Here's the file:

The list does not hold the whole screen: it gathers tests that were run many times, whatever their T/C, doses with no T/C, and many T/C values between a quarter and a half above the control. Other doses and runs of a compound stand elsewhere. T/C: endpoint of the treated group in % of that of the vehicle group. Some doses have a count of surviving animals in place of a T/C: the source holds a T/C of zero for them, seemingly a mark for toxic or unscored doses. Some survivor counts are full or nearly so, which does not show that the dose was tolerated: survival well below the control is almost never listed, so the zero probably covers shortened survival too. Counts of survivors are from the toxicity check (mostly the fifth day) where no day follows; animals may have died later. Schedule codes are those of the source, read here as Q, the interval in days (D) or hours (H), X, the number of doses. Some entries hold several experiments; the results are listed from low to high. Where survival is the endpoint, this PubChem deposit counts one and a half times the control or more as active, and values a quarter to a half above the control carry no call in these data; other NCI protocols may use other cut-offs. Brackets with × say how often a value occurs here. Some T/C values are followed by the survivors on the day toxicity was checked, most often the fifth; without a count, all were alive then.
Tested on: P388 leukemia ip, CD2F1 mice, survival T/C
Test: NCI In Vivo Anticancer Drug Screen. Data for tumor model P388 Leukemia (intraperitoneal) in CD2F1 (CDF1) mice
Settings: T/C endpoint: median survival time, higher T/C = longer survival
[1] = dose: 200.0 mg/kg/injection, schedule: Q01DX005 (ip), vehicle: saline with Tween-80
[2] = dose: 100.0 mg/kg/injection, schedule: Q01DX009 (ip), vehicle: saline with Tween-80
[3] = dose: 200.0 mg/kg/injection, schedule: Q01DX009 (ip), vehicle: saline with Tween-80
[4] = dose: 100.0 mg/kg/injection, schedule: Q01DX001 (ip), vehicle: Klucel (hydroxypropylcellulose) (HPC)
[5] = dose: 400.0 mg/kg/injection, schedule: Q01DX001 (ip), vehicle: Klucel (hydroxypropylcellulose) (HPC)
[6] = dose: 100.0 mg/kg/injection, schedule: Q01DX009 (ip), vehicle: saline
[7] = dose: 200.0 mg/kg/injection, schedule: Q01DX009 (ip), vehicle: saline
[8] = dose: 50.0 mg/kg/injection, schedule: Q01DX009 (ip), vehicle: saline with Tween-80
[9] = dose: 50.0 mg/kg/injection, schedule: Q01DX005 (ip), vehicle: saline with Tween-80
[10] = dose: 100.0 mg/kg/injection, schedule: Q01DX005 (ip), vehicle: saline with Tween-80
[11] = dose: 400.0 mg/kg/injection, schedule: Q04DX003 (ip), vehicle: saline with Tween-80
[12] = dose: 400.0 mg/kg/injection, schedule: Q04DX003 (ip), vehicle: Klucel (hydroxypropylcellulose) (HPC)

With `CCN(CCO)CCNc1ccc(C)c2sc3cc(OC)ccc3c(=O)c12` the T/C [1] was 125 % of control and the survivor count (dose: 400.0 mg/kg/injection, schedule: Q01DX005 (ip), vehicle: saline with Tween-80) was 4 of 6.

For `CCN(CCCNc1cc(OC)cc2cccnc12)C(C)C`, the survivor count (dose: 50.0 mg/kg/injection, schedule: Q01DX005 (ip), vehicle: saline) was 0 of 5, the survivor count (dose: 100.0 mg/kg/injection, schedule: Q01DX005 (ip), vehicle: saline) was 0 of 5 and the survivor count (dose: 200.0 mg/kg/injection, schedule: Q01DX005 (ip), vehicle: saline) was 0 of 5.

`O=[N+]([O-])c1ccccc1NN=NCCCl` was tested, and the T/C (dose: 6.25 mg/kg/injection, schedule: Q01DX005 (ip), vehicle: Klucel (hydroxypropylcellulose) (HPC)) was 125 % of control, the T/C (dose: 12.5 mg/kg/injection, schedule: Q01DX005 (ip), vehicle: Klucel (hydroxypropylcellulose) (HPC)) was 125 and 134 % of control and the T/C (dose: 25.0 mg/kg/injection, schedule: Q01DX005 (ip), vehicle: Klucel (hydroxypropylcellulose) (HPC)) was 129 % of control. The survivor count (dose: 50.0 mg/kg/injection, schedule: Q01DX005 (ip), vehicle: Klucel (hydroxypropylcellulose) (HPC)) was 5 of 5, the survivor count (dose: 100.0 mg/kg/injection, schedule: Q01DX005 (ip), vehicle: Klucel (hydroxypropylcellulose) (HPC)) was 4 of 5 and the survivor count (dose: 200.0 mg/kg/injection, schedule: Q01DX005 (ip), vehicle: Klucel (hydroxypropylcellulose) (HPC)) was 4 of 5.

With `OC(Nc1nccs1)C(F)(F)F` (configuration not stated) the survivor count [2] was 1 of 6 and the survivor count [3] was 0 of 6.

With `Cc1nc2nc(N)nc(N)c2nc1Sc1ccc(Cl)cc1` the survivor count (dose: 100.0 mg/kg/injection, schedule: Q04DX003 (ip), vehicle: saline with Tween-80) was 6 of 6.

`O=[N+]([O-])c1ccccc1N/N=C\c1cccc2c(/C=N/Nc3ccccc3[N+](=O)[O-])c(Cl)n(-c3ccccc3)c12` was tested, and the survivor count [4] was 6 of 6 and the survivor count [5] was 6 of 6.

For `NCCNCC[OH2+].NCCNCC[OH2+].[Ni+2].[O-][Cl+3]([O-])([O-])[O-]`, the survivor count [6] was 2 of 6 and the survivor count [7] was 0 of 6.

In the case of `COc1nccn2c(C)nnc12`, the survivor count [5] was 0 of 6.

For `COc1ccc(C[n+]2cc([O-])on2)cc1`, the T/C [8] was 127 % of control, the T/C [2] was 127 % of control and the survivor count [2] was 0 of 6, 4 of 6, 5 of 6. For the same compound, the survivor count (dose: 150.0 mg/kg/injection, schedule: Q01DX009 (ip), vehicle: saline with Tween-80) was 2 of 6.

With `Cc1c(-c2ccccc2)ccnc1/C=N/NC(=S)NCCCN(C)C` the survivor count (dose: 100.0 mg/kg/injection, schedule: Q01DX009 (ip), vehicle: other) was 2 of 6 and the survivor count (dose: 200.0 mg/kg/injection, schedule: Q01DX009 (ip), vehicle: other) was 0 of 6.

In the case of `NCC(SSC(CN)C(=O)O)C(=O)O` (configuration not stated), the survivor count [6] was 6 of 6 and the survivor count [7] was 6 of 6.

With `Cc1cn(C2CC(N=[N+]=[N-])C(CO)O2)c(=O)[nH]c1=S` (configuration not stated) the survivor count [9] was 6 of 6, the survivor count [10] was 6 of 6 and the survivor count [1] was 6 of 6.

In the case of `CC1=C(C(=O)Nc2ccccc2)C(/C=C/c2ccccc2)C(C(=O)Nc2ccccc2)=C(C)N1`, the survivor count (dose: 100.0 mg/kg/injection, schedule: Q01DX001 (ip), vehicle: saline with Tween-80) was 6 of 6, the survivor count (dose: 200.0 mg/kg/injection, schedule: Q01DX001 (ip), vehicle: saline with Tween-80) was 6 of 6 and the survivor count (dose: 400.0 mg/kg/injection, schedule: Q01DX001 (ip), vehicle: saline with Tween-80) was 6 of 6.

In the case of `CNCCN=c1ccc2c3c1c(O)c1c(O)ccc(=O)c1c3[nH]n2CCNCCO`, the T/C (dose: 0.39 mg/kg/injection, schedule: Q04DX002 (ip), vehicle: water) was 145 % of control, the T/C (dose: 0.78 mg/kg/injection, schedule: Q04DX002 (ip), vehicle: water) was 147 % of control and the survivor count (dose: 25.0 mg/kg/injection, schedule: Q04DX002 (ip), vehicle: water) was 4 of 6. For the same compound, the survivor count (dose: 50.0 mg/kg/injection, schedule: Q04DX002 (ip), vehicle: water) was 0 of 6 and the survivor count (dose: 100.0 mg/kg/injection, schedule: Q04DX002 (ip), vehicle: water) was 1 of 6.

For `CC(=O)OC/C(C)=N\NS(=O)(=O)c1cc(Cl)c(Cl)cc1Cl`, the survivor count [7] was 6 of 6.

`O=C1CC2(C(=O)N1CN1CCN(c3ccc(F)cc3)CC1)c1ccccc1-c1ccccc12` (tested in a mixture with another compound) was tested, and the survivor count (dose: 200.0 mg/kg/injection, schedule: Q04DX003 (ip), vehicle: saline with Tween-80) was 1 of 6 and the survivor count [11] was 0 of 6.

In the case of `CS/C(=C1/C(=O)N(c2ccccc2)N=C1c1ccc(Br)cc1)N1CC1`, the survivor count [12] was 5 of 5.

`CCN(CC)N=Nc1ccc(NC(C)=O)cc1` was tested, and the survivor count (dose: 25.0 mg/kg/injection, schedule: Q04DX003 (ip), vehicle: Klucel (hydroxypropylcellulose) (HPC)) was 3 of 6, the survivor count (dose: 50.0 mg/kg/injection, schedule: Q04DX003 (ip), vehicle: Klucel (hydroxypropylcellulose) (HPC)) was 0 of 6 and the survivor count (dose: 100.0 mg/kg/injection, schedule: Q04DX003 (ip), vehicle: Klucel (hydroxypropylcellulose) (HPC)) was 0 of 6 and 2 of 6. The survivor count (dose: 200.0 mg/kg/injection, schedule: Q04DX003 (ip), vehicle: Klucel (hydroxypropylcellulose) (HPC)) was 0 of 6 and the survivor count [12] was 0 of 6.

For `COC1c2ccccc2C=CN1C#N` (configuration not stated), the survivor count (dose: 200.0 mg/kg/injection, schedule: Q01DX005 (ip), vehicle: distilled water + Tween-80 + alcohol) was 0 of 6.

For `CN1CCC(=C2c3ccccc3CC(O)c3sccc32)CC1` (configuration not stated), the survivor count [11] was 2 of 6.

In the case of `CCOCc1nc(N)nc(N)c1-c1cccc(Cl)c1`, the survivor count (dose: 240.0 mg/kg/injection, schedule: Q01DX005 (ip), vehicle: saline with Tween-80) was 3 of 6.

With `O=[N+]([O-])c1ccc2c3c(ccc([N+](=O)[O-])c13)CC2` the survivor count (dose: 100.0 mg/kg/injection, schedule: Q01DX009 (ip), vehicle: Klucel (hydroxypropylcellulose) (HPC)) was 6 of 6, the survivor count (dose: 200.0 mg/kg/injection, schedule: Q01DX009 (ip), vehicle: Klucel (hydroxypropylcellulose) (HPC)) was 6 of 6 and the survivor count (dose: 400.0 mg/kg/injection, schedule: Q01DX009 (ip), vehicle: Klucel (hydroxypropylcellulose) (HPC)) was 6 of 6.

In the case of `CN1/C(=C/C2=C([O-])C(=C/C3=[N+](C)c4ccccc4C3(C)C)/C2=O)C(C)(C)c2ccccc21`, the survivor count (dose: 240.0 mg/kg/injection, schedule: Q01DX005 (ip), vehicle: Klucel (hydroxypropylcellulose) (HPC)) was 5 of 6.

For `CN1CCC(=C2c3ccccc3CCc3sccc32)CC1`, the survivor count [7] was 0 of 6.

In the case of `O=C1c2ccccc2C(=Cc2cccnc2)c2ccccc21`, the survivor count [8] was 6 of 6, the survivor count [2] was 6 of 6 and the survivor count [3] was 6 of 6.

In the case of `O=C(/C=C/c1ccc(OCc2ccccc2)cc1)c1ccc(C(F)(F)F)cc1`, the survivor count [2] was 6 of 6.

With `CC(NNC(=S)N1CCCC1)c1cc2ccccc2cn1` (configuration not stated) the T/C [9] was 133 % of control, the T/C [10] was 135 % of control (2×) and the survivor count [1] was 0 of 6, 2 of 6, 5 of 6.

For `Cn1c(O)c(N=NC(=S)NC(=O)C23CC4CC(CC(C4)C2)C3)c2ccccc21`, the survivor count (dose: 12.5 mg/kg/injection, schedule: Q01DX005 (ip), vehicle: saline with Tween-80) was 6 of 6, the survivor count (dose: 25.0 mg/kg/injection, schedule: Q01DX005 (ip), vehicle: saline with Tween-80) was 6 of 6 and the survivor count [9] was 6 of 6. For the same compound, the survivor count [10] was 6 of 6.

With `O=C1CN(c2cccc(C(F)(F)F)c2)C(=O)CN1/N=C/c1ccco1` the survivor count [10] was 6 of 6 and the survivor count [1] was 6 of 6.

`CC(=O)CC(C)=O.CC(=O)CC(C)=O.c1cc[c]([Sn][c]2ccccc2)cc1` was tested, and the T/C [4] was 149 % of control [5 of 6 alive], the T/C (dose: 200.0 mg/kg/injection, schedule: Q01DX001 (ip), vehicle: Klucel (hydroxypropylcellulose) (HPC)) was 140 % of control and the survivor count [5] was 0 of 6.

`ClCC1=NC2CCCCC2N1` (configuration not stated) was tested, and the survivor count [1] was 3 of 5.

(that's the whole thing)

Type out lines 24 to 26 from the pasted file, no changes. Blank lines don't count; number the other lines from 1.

In the case of `COc1nccn2c(C)nnc12`, the survivor count [5] was 0 of 6.

For `COc1ccc(C[n+]2cc([O-])on2)cc1`, the T/C [8] was 127 % of control, the T/C [2] was 127 % of control and the survivor count [2] was 0 of 6, 4 of 6, 5 of 6. For the same compound, the survivor count (dose: 150.0 mg/kg/injection, schedule: Q01DX009 (ip), vehicle: saline with Tween-80) was 2 of 6.

With `Cc1c(-c2ccccc2)ccnc1/C=N/NC(=S)NCCCN(C)C` the survivor count (dose: 100.0 mg/kg/injection, schedule: Q01DX009 (ip), vehicle: other) was 2 of 6 and the survivor count (dose: 200.0 mg/kg/injection, schedule: Q01DX009 (ip), vehicle: other) was 0 of 6.